By Evan Gowen

The picture above is a screen capture of the current conditions in
Winnipeg, Manitoba, Canada, a city near where I grew up. It is currently
21°C, which is pretty close to what we are expecting in Canberra today. The only difference is that Winnipeg is still technically in winter, and the normal high is 0°C (and the previous record high was 8.8°C)! Temperatures are expected to be upwards of 25 degrees warmer than normal. To put it in perspective, a normal high in Canberra for March is 24.5°C, and the record high in March is 37.5°C (see here). If Canberra were to be 25 degrees above normal, it would have to be nearly 50°C, which would be well above the all time record high!

Last week, the Climate Commission released a short report (see here), authored by Matthew England, David Karoly, and ANU’s Will Steffen giving an overview of global climatic conditions and the impacts on Australia. They warn people not to confuse independent weather events with the overall trend of global warming. The large floods and cool weather that we experienced in Australia does not disprove global warming any more than the heatwave in Winnipeg proves that it is happening.

Some surprising observations of the La Nina event that governed
Australia’s weather during the past two years. Even though La Nina
generally leads to colder than normal conditions, and the present La
Nina was one of the most intense on record, global temperatures remained
well above what they were throughout the 20th century. That seem
confusing to those living in Australia who are now lamenting at the
summer that never truly took hold. This is why caution should be taken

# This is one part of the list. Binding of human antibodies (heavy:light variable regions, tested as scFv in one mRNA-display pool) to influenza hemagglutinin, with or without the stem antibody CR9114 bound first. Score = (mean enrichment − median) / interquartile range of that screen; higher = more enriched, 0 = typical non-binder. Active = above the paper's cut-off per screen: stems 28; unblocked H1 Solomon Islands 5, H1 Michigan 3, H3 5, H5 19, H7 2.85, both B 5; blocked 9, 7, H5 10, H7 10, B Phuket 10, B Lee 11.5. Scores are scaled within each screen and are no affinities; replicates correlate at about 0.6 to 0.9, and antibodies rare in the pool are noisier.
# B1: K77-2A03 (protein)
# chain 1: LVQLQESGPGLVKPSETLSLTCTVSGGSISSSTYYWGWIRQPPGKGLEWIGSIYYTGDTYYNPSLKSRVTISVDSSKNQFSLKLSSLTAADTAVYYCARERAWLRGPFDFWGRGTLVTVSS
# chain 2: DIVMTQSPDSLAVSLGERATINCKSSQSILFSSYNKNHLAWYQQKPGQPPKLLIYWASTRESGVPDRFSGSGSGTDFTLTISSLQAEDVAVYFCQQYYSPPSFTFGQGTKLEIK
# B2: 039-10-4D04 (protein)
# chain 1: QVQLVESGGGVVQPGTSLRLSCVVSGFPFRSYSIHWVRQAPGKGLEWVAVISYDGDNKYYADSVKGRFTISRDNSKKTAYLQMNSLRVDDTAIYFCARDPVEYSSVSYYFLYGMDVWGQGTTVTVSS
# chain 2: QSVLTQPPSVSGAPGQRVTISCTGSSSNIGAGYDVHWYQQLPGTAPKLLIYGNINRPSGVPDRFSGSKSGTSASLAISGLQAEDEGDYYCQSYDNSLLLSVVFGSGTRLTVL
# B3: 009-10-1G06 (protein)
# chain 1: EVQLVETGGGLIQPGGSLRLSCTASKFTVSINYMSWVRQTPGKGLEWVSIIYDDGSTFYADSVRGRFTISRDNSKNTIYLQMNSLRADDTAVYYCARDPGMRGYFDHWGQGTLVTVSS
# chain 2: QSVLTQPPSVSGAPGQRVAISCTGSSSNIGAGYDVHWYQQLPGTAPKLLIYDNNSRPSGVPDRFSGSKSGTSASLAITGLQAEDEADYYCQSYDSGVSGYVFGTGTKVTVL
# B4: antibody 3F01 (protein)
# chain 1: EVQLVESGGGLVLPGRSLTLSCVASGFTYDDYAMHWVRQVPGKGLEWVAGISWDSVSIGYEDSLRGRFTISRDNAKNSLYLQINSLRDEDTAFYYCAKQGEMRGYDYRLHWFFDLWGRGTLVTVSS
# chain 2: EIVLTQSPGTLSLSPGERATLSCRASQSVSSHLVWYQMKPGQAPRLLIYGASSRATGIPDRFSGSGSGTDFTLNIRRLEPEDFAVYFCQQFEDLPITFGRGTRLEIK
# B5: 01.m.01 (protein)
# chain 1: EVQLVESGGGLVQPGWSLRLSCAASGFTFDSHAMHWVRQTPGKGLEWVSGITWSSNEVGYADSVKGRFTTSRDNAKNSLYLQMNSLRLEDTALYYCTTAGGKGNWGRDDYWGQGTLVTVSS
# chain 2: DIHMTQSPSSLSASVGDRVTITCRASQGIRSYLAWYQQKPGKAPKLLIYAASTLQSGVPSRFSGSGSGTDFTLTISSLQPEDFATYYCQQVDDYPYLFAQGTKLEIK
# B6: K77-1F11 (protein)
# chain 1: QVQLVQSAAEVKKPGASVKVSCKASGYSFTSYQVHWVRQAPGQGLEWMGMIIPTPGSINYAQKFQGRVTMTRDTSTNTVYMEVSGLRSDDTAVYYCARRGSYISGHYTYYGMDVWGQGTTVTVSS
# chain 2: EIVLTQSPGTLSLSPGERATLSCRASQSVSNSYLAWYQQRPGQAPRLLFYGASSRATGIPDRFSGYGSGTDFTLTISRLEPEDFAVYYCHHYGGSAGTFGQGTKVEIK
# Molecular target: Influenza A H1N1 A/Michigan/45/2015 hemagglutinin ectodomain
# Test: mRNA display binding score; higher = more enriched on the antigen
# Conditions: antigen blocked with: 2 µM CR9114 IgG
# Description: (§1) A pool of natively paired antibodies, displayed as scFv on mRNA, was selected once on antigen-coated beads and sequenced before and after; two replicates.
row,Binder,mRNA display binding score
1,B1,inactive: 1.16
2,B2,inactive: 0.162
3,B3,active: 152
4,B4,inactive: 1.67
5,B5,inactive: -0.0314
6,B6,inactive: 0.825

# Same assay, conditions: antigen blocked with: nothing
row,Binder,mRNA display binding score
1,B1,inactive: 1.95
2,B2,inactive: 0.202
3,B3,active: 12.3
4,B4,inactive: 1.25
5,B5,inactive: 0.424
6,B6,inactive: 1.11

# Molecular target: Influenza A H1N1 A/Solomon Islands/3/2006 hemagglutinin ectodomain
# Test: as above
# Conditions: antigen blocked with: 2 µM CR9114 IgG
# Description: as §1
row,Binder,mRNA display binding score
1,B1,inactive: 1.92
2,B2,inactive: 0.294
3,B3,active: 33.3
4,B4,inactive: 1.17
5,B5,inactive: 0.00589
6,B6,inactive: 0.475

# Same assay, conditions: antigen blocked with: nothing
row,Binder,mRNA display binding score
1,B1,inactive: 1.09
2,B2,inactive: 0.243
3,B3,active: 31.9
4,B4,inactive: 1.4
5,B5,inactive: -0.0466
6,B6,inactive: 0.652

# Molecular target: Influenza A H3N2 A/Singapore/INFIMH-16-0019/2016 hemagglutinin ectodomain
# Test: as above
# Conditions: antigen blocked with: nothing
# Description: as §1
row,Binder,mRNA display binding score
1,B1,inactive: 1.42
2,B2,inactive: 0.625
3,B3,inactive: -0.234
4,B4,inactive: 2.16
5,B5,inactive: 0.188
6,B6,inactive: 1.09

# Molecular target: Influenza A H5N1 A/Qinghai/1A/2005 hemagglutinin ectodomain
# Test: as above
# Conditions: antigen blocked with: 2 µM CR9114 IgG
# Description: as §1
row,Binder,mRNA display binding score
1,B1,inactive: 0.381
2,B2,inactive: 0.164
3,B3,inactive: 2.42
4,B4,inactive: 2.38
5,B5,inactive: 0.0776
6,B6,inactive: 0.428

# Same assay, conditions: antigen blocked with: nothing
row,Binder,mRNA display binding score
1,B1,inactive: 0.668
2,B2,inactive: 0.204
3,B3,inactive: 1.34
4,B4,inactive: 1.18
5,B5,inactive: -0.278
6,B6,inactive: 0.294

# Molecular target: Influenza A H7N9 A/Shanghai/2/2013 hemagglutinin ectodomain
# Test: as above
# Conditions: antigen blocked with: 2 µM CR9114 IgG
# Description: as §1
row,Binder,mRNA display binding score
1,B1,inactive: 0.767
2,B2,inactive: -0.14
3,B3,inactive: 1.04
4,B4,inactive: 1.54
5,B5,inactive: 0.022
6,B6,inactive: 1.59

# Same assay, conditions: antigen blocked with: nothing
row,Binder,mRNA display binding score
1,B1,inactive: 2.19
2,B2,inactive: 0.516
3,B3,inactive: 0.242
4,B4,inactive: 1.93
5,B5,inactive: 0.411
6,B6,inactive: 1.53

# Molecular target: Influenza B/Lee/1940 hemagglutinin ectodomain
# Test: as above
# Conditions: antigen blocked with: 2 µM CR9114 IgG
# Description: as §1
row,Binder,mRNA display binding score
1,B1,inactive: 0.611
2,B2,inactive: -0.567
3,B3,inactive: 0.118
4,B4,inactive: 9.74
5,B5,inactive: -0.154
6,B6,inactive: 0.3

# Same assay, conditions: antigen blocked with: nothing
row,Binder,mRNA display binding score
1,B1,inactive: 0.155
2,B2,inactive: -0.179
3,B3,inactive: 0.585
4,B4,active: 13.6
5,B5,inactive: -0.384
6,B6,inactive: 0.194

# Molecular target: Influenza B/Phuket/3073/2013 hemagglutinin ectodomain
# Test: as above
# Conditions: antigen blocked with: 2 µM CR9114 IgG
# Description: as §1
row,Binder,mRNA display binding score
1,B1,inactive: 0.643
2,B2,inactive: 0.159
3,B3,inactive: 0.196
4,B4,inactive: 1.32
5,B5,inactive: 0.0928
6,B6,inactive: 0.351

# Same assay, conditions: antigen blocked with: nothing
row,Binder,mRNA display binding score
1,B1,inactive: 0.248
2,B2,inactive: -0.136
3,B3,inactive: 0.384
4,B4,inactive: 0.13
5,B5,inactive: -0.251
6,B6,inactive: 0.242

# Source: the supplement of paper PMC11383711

when trying to interpret global trends from a single source. For
example, I went back to Canada last July, temperatures commonly reached
the mid to high 30s, which is more what you would expect here in
Australia in the summer. Even so, considering the heatwave in central
Canada, and the cool trend in Australia, the average global temperature
last year was 0.4 degrees above the 1961-1990 average temperature.
Another observation is that even though most of Australia experienced
above average rainfall, the extreme southwest part of Australia
experienced the driest year on record.

With La Nina conditions ending soon (see here), Australia is likely to return to
dry conditions. The conclusion of the the Climate Commission report is
that Australia should expect conditions similar to the droughts that
happened in the first decade of the 21st century, punctuated with
extreme rainfall events in La Nina years. So even though the cool wet
weather we experienced during the past two years seems unusual, it is
actually in line with what is anticipated with a warming earth. Climate
is a statistic, and should never be confused with short term weather
events!